Flame Retardation mechanisms
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Flame Retardation mechanisms

The basic mechanisms of flame retardancy vary depending on the specific flame retardant and the substrate. Additive and reactive flame-retardant chemicals can both function in the vapor (gaseous) or condensed (solid) phase.


Endothermic degradation

Some compounds break down endothermically when subjected to high temperatures. Magnesium and aluminium hydroxides are an example, together with various carbonates and hydrates such as mixtures of huntite and hydromagnesite.[2][5][6] The reaction removes heat from the substrate, thereby cooling the material. The use of hydroxides and hydrates is limited by their relatively low decomposition temperature, which limits the maximum processing temperature of the polymers (typically used in polyolefins for wire and cable applications).


Thermal shielding (solid phase)

A way to stop spreading of the flame over the material is to create a thermal insulation barrier between the burning and unburned parts. Intumescent additives are often employed; their role is to turn the polymer surface into a char, which separates the flame from the material and slows the heat transfer to the unburned fuel. Non-halogenated inorganic and organic phosphate flame retardants typically act through this mechanism by generating a polymeric layer of charred phosphoric acid.[7]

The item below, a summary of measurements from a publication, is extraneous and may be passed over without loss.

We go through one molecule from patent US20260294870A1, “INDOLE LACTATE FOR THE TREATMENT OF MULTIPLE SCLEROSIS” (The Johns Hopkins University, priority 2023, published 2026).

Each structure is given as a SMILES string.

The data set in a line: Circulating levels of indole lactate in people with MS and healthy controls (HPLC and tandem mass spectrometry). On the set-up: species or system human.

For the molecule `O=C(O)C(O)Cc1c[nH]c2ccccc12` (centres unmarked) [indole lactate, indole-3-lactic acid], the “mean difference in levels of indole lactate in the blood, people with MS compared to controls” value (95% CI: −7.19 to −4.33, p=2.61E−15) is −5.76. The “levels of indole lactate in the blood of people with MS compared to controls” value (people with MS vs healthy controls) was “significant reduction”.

Dilution of gas phase

Inert gases (most often carbon dioxide and water) produced by thermal degradation of some materials act as diluents of the combustible gases, lowering their partial pressures and the partial pressure of oxygen, and slowing the reaction rate.[4][6]


Gas phase radical quenching

Chlorinated and brominated materials undergo thermal degradation and release hydrogen chloride and hydrogen bromide or, if used in the presence of a synergist like antimony trioxide, antimony halides. These react with the highly reactive H· and OH· radicals in the flame, resulting in an inactive molecule and a Cl· or Br· radical. The halogen radical is much less reactive compared to H· or OH·, and therefore has much lower potential to propagate the radical oxidation reactions of combustion.


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